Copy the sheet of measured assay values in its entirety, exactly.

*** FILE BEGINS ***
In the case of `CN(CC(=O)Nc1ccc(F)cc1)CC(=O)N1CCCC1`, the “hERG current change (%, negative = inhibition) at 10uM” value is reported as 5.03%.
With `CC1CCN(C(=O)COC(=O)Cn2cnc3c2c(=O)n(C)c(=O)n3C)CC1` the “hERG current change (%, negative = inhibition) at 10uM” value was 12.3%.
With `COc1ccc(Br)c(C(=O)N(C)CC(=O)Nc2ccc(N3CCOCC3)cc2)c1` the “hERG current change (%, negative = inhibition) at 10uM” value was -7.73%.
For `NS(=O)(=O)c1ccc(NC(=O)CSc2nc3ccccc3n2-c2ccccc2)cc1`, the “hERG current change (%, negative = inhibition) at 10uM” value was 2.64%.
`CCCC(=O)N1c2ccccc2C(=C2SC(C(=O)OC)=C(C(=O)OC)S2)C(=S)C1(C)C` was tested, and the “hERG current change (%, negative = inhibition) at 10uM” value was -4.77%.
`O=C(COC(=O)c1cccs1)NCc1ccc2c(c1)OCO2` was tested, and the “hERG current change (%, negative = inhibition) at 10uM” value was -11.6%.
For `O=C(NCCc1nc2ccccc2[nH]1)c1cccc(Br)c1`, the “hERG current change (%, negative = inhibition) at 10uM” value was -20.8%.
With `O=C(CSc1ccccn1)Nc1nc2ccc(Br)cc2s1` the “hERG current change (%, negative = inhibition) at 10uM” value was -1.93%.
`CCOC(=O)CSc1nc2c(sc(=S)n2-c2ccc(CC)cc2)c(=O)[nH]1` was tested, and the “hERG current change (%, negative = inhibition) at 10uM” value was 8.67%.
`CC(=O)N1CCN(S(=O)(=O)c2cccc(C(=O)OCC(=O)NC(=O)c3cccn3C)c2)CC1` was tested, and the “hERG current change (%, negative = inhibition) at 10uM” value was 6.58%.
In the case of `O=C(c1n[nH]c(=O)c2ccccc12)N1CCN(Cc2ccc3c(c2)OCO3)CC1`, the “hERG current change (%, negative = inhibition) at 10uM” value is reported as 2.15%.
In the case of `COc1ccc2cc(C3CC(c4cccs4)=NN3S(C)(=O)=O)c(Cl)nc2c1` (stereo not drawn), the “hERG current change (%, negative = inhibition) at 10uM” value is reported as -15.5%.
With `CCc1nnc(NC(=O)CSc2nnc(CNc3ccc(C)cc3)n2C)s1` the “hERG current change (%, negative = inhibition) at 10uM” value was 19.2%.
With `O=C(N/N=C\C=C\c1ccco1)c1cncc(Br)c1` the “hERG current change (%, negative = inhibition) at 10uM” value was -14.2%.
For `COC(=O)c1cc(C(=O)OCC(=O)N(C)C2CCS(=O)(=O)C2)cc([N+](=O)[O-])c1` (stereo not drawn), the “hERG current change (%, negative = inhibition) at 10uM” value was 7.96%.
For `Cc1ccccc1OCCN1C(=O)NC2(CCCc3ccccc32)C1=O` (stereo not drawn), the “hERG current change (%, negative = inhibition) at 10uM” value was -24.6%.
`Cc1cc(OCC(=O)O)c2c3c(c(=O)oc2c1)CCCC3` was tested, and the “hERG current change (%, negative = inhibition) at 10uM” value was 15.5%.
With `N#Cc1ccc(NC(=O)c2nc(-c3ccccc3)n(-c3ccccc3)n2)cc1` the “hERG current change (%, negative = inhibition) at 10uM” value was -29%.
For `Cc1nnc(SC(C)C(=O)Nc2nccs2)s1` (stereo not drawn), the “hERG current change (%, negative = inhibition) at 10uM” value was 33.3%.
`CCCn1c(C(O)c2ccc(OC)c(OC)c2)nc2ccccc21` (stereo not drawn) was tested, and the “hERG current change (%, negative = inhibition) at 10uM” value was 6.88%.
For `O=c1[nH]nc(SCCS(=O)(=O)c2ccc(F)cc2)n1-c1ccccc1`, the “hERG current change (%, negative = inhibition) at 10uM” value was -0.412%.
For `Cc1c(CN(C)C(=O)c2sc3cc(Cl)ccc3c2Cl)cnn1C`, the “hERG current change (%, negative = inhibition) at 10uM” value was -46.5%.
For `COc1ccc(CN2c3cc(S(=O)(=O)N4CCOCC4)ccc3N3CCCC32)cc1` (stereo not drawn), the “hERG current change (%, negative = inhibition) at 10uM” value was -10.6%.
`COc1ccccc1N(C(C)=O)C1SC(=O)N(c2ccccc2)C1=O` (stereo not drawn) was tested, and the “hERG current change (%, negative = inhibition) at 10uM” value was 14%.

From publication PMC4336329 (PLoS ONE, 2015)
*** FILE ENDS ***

In the case of `CN(CC(=O)Nc1ccc(F)cc1)CC(=O)N1CCCC1`, the “hERG current change (%, negative = inhibition) at 10uM” value is reported as 5.03%.
With `CC1CCN(C(=O)COC(=O)Cn2cnc3c2c(=O)n(C)c(=O)n3C)CC1` the “hERG current change (%, negative = inhibition) at 10uM” value was 12.3%.
With `COc1ccc(Br)c(C(=O)N(C)CC(=O)Nc2ccc(N3CCOCC3)cc2)c1` the “hERG current change (%, negative = inhibition) at 10uM” value was -7.73%.
For `NS(=O)(=O)c1ccc(NC(=O)CSc2nc3ccccc3n2-c2ccccc2)cc1`, the “hERG current change (%, negative = inhibition) at 10uM” value was 2.64%.
`CCCC(=O)N1c2ccccc2C(=C2SC(C(=O)OC)=C(C(=O)OC)S2)C(=S)C1(C)C` was tested, and the “hERG current change (%, negative = inhibition) at 10uM” value was -4.77%.
`O=C(COC(=O)c1cccs1)NCc1ccc2c(c1)OCO2` was tested, and the “hERG current change (%, negative = inhibition) at 10uM” value was -11.6%.
For `O=C(NCCc1nc2ccccc2[nH]1)c1cccc(Br)c1`, the “hERG current change (%, negative = inhibition) at 10uM” value was -20.8%.
With `O=C(CSc1ccccn1)Nc1nc2ccc(Br)cc2s1` the “hERG current change (%, negative = inhibition) at 10uM” value was -1.93%.
`CCOC(=O)CSc1nc2c(sc(=S)n2-c2ccc(CC)cc2)c(=O)[nH]1` was tested, and the “hERG current change (%, negative = inhibition) at 10uM” value was 8.67%.
`CC(=O)N1CCN(S(=O)(=O)c2cccc(C(=O)OCC(=O)NC(=O)c3cccn3C)c2)CC1` was tested, and the “hERG current change (%, negative = inhibition) at 10uM” value was 6.58%.
In the case of `O=C(c1n[nH]c(=O)c2ccccc12)N1CCN(Cc2ccc3c(c2)OCO3)CC1`, the “hERG current change (%, negative = inhibition) at 10uM” value is reported as 2.15%.
In the case of `COc1ccc2cc(C3CC(c4cccs4)=NN3S(C)(=O)=O)c(Cl)nc2c1` (stereo not drawn), the “hERG current change (%, negative = inhibition) at 10uM” value is reported as -15.5%.
With `CCc1nnc(NC(=O)CSc2nnc(CNc3ccc(C)cc3)n2C)s1` the “hERG current change (%, negative = inhibition) at 10uM” value was 19.2%.
With `O=C(N/N=C\C=C\c1ccco1)c1cncc(Br)c1` the “hERG current change (%, negative = inhibition) at 10uM” value was -14.2%.
For `COC(=O)c1cc(C(=O)OCC(=O)N(C)C2CCS(=O)(=O)C2)cc([N+](=O)[O-])c1` (stereo not drawn), the “hERG current change (%, negative = inhibition) at 10uM” value was 7.96%.
For `Cc1ccccc1OCCN1C(=O)NC2(CCCc3ccccc32)C1=O` (stereo not drawn), the “hERG current change (%, negative = inhibition) at 10uM” value was -24.6%.
`Cc1cc(OCC(=O)O)c2c3c(c(=O)oc2c1)CCCC3` was tested, and the “hERG current change (%, negative = inhibition) at 10uM” value was 15.5%.
With `N#Cc1ccc(NC(=O)c2nc(-c3ccccc3)n(-c3ccccc3)n2)cc1` the “hERG current change (%, negative = inhibition) at 10uM” value was -29%.
For `Cc1nnc(SC(C)C(=O)Nc2nccs2)s1` (stereo not drawn), the “hERG current change (%, negative = inhibition) at 10uM” value was 33.3%.
`CCCn1c(C(O)c2ccc(OC)c(OC)c2)nc2ccccc21` (stereo not drawn) was tested, and the “hERG current change (%, negative = inhibition) at 10uM” value was 6.88%.
For `O=c1[nH]nc(SCCS(=O)(=O)c2ccc(F)cc2)n1-c1ccccc1`, the “hERG current change (%, negative = inhibition) at 10uM” value was -0.412%.
For `Cc1c(CN(C)C(=O)c2sc3cc(Cl)ccc3c2Cl)cnn1C`, the “hERG current change (%, negative = inhibition) at 10uM” value was -46.5%.
For `COc1ccc(CN2c3cc(S(=O)(=O)N4CCOCC4)ccc3N3CCCC32)cc1` (stereo not drawn), the “hERG current change (%, negative = inhibition) at 10uM” value was -10.6%.
`COc1ccccc1N(C(C)=O)C1SC(=O)N(c2ccccc2)C1=O` (stereo not drawn) was tested, and the “hERG current change (%, negative = inhibition) at 10uM” value was 14%.

From publication PMC4336329 (PLoS ONE, 2015)